Columbus is a home rule-class city in Hickman County, Kentucky, in the United States. The population was 170 at the 2010 census, a decline from 229 in 2000. The city lies at the western end of the state, less than a mile from the Mississippi River.
Columbus-Belmont State Park borders the city to the west.
Columbus is the oldest town in Kentucky's Jackson Purchase. It was first settled on the Mississippi floodplain in 1804 and known as "Iron Banks" after the site's French name les rivages de fer. The long-held local rumor that President Thomas Jefferson planned to remove the American capital to the site has absolutely no basis in fact.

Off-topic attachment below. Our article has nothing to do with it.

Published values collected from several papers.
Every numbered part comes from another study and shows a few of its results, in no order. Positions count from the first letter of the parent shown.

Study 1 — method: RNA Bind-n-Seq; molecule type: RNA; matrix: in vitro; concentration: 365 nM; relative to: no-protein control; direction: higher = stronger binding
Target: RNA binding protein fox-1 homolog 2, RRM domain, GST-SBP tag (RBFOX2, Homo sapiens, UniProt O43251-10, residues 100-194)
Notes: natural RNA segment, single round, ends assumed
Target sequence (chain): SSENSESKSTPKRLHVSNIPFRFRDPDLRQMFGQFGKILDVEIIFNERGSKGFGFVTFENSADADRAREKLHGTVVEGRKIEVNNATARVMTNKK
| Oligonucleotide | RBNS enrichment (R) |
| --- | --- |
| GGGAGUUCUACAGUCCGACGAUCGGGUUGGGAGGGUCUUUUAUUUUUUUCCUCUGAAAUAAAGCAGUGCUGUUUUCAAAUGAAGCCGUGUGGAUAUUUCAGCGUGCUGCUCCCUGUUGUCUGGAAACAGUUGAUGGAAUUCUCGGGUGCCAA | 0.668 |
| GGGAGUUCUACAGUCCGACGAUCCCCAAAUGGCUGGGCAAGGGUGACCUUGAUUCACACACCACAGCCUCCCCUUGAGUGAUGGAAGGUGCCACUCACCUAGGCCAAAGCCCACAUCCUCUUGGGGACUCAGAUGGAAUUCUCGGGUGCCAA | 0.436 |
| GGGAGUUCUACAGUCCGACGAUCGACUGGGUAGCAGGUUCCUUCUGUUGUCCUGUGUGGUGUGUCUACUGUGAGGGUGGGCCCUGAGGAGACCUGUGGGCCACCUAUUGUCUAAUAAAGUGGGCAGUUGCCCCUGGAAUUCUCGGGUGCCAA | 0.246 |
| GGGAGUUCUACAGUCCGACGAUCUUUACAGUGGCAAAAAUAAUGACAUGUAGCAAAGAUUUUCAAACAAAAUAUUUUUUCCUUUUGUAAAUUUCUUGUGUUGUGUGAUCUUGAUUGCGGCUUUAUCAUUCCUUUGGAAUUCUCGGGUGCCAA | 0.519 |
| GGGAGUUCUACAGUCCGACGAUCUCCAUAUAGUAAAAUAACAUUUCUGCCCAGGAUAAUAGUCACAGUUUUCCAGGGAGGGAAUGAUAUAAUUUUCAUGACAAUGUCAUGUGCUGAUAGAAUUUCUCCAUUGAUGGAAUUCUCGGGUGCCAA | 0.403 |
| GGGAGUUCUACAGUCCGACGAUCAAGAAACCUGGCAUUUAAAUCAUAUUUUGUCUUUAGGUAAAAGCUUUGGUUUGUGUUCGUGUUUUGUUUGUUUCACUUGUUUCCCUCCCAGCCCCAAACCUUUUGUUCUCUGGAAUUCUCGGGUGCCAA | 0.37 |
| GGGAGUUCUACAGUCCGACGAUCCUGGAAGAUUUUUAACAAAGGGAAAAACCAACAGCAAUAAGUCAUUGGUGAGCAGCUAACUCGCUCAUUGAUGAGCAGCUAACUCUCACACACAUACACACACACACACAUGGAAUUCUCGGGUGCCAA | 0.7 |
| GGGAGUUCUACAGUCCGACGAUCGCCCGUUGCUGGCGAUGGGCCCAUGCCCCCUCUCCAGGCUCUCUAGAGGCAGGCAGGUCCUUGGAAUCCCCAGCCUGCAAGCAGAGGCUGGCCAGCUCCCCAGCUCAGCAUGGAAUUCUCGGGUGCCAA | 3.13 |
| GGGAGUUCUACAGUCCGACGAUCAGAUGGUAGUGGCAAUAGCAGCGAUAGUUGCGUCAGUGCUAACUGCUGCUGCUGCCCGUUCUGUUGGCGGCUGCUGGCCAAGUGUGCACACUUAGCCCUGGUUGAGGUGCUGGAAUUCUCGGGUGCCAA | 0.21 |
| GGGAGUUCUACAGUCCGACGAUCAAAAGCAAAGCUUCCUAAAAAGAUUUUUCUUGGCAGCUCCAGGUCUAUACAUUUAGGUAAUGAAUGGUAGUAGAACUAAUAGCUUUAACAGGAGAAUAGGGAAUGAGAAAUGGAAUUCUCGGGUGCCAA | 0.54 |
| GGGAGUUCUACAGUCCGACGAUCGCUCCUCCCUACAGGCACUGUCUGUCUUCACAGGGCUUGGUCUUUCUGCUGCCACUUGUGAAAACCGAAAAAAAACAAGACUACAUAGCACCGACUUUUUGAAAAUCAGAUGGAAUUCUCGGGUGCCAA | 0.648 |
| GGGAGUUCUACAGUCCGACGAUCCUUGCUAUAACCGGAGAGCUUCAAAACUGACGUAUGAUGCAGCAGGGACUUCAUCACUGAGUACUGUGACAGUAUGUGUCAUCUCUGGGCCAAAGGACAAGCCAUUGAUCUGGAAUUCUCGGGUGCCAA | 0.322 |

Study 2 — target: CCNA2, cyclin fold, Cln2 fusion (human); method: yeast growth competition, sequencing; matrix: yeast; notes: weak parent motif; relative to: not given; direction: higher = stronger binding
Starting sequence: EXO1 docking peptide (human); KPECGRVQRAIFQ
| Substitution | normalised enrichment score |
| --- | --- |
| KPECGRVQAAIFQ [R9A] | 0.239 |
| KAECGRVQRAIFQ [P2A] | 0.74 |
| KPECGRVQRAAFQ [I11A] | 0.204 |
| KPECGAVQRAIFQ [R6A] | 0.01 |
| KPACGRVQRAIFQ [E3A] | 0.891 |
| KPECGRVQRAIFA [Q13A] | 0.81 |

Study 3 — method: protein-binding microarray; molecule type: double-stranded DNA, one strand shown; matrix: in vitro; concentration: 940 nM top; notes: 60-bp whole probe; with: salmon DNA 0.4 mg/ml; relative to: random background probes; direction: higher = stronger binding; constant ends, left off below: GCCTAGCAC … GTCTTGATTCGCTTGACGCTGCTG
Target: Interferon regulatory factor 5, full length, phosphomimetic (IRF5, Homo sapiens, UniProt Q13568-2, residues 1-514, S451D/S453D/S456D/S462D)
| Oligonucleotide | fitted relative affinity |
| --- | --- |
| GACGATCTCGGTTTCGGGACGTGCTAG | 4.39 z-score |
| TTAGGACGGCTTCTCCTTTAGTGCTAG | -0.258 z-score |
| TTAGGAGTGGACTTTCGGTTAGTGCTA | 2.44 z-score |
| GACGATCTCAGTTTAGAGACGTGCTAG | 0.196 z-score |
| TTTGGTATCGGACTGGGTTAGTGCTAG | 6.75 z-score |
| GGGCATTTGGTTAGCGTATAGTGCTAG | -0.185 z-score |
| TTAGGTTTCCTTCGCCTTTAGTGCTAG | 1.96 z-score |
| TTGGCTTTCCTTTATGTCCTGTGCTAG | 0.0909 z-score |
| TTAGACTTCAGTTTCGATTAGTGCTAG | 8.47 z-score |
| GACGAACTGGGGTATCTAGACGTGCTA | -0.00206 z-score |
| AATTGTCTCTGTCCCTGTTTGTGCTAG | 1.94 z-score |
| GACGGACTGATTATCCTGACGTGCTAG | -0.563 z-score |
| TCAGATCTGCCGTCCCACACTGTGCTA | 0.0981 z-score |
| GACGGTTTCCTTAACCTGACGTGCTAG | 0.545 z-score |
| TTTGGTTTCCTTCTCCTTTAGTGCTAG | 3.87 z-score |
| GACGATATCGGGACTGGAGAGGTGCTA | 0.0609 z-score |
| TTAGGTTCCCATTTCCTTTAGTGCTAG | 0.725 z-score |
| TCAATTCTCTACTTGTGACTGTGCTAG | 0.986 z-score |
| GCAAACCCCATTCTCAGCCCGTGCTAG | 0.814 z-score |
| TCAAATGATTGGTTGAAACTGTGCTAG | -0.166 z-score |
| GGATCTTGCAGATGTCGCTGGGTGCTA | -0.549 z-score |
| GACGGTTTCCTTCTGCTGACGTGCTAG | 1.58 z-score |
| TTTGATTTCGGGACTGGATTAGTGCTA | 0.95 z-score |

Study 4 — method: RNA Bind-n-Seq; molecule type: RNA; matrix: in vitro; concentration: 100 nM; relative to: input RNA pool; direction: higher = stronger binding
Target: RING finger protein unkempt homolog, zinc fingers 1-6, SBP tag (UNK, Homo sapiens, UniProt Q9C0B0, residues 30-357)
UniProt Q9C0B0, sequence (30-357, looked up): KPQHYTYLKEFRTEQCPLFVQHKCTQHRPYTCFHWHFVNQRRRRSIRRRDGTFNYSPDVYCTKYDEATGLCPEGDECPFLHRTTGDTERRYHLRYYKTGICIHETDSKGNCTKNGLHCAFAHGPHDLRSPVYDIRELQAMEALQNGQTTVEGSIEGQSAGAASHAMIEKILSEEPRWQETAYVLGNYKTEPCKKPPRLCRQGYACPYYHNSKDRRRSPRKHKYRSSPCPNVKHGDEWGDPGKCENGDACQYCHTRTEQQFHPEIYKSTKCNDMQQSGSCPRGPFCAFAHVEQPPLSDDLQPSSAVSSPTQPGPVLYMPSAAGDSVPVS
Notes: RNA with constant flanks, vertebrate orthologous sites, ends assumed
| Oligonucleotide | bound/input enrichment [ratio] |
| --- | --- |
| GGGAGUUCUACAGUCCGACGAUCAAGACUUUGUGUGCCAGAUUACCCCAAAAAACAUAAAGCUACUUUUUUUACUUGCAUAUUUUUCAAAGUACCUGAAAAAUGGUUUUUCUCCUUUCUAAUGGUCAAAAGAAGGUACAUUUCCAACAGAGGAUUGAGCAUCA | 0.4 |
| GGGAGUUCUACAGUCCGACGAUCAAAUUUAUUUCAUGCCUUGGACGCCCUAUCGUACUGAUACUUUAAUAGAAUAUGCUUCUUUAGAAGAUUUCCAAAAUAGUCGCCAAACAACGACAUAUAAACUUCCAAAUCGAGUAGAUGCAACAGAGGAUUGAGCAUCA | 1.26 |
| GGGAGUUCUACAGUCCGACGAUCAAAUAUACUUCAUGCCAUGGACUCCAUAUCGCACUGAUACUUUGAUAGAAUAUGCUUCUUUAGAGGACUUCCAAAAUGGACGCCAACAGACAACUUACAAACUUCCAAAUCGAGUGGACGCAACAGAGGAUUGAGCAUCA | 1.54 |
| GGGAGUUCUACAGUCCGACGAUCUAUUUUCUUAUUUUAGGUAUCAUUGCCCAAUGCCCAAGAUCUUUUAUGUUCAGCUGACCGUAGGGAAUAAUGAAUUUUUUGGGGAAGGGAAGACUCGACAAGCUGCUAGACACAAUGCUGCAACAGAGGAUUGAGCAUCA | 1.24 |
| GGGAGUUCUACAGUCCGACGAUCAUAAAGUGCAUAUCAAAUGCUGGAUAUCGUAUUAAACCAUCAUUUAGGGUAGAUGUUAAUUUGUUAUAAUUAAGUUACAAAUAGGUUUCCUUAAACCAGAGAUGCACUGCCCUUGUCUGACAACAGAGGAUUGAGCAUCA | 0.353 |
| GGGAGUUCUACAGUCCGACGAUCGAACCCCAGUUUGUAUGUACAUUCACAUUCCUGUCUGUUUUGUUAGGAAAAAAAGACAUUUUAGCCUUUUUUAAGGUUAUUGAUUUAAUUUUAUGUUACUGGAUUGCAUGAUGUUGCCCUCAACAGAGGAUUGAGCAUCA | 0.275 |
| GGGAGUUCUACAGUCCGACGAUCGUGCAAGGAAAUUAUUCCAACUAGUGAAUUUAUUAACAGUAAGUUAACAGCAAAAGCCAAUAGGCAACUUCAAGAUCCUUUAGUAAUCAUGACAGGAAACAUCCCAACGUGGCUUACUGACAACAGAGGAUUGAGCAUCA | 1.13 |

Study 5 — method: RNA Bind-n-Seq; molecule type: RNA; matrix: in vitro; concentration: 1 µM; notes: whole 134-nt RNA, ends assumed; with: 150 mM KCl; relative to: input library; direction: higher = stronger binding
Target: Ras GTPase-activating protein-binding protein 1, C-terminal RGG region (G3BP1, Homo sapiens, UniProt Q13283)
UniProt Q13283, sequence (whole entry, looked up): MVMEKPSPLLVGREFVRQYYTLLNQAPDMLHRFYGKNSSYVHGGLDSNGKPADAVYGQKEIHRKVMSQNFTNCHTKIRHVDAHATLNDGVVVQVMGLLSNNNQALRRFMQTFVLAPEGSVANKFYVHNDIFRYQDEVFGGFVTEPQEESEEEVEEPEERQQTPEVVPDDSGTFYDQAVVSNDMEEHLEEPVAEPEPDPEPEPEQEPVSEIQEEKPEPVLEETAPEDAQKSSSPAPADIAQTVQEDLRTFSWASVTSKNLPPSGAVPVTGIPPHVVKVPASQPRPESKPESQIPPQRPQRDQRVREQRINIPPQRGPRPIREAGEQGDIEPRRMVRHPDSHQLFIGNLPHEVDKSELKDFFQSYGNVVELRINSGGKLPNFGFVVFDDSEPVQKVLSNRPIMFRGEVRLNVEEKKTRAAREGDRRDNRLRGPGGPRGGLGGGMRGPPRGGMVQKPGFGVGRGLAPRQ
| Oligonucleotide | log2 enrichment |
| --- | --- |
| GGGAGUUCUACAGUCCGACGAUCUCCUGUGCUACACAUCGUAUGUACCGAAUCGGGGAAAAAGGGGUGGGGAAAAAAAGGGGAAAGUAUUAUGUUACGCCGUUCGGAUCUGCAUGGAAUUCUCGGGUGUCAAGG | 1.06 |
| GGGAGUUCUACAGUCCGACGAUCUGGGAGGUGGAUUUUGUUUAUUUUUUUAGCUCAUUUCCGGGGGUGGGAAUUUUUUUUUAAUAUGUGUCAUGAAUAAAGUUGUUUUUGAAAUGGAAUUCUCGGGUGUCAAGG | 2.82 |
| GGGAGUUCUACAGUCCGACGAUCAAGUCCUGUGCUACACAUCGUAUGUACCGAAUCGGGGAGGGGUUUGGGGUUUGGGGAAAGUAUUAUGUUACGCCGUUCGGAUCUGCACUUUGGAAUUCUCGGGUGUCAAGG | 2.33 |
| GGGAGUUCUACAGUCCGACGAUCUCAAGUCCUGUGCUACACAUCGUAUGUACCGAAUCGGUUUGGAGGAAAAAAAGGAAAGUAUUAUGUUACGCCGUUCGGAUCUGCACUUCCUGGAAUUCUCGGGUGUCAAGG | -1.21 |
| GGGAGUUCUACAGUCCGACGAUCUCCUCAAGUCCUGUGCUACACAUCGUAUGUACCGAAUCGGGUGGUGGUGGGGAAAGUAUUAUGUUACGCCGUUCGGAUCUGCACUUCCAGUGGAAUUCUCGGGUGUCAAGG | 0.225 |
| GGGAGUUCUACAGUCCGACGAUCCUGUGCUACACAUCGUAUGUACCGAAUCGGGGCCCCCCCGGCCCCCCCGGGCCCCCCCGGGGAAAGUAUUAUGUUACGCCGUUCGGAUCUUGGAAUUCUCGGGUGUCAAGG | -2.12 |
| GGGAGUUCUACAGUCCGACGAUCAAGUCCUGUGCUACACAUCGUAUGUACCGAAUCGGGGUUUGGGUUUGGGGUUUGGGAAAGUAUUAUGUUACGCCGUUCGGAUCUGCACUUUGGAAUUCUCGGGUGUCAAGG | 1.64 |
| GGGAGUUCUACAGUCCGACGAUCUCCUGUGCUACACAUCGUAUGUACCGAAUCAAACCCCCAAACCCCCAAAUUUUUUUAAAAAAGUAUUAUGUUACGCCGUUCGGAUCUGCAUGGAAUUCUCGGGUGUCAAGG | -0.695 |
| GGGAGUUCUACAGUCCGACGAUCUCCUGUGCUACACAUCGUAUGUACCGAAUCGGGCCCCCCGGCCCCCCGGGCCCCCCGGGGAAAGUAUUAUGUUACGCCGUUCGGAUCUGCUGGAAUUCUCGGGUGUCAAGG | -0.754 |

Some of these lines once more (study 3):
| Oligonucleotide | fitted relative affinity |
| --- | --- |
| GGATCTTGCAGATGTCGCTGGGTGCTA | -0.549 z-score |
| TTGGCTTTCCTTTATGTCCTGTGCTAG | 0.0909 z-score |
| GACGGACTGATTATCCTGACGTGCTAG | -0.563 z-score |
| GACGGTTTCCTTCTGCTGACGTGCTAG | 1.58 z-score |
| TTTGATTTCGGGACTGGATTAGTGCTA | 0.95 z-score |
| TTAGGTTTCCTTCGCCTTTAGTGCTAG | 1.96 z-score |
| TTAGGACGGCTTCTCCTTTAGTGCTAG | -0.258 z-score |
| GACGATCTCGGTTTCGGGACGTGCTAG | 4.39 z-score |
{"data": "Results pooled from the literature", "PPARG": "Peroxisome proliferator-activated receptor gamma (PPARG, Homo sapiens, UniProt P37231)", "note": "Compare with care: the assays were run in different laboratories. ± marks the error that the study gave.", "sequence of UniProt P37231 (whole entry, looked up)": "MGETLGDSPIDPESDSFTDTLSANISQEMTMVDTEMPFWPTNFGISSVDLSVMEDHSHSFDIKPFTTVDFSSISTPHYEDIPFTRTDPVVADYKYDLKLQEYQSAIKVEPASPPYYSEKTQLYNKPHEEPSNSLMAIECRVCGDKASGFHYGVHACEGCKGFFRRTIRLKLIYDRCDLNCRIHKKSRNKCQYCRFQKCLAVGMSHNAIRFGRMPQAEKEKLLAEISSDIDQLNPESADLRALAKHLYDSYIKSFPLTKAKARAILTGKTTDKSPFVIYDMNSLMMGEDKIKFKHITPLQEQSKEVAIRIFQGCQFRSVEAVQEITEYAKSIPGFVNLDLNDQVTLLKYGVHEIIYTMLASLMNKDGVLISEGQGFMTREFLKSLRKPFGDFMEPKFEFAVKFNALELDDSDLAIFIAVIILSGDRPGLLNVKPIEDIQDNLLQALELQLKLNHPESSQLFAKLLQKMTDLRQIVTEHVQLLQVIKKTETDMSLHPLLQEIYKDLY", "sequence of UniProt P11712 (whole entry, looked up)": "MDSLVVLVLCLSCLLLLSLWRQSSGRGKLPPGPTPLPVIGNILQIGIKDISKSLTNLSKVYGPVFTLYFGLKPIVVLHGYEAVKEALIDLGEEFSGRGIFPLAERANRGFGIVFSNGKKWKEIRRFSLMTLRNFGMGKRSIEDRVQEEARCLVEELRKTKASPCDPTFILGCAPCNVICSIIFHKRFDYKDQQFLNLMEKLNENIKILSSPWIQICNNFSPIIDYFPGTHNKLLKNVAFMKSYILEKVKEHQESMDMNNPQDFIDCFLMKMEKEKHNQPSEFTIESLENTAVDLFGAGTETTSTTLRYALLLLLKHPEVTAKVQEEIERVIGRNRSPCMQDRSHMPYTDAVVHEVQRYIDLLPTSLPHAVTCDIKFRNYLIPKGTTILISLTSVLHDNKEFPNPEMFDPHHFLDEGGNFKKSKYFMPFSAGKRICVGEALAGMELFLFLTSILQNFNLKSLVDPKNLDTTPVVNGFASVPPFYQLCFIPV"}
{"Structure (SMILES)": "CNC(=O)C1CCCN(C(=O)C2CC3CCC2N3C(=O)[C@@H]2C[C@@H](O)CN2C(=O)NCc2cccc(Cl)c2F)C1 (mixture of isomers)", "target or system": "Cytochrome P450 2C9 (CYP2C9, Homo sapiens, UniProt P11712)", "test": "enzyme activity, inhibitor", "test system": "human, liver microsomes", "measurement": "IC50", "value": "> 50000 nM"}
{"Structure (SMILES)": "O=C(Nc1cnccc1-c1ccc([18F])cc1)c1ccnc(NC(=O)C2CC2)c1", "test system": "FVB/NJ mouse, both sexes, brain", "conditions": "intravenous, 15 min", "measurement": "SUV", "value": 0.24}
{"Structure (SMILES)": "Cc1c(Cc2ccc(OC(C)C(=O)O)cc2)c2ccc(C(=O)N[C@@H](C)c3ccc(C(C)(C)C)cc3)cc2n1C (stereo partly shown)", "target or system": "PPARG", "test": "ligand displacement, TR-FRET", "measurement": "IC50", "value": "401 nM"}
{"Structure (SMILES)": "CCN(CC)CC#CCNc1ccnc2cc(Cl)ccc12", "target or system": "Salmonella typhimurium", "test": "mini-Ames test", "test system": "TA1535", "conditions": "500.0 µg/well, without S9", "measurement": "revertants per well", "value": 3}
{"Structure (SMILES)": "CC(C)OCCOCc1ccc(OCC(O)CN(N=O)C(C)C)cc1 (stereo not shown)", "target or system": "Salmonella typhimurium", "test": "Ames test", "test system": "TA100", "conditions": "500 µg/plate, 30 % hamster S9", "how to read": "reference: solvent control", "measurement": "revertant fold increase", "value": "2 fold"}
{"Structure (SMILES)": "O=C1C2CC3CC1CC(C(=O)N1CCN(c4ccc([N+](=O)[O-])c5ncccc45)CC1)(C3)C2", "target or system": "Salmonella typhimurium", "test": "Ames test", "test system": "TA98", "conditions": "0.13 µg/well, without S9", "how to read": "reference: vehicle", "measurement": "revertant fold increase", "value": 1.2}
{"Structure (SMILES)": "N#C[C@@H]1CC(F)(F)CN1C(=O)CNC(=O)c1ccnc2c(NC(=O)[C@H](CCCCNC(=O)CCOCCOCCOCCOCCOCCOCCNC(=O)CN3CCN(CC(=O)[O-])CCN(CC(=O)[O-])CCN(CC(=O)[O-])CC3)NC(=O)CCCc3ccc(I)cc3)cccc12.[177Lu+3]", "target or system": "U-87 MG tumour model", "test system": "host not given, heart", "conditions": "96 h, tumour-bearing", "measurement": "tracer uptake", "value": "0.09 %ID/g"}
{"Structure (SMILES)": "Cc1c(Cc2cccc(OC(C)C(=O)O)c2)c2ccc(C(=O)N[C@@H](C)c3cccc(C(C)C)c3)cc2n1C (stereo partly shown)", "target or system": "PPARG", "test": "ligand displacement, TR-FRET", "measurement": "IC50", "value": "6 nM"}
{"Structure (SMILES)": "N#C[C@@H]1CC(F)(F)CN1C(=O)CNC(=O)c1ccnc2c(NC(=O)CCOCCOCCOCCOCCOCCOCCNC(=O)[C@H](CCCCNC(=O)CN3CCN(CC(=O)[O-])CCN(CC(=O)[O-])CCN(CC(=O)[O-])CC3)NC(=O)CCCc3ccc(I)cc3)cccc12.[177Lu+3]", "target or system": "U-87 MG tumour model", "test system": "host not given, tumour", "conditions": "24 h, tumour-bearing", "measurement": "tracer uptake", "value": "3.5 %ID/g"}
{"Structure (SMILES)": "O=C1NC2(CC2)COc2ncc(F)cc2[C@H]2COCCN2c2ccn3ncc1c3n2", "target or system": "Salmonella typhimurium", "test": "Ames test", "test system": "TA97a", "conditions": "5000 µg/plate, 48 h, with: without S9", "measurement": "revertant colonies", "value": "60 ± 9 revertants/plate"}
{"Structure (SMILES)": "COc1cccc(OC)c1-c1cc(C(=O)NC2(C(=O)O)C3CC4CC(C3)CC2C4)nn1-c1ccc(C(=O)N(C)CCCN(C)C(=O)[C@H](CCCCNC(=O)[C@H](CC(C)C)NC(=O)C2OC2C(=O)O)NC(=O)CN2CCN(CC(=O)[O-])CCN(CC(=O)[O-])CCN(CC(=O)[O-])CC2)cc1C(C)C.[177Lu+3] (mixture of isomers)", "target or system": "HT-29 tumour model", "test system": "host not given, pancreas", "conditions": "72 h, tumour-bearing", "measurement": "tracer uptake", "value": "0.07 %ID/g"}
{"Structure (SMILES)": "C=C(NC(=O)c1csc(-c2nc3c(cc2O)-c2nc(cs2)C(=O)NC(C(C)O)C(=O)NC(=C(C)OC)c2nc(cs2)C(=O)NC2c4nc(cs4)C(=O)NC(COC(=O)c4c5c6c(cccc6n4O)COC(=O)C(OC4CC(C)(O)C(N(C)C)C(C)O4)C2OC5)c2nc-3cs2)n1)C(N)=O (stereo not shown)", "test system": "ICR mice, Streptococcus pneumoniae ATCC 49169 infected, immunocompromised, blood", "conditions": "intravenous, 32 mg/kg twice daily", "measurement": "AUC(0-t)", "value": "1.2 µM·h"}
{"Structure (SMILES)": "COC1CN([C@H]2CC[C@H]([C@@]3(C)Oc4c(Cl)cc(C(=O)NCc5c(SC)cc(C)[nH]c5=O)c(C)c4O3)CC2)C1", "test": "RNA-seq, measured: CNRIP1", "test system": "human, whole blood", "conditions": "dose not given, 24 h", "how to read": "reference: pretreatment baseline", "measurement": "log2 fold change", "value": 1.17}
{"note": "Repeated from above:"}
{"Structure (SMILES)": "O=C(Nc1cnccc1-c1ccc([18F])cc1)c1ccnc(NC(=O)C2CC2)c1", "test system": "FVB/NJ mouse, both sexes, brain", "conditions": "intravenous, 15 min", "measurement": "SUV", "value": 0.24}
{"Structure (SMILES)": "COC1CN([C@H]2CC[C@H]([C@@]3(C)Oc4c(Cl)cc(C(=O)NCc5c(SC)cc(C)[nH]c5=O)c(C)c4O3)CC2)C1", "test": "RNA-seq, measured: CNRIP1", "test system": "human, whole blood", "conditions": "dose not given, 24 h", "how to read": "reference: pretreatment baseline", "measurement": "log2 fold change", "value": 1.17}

The name of the town was changed to Columbus in 1820 (in honor of the Italian explorer), the year the town received its first post office and was formally established by the state assembly. It was the original Hickman County seat before the transfer of the court to the more central location of Clinton. It was formally incorporated in 1860.
In 1861, after the American Civil War broke out, the town was seized by Confederate forces (including the Louisiana "Shreveport Rebels". They fortified the site overlooking the Mississippi River, building Fort de Russey.) Confederate general Leonidas Polk tried to run and maintain a large anchor chain across the entire Mississippi at Columbus in order to block Union traffic downriver.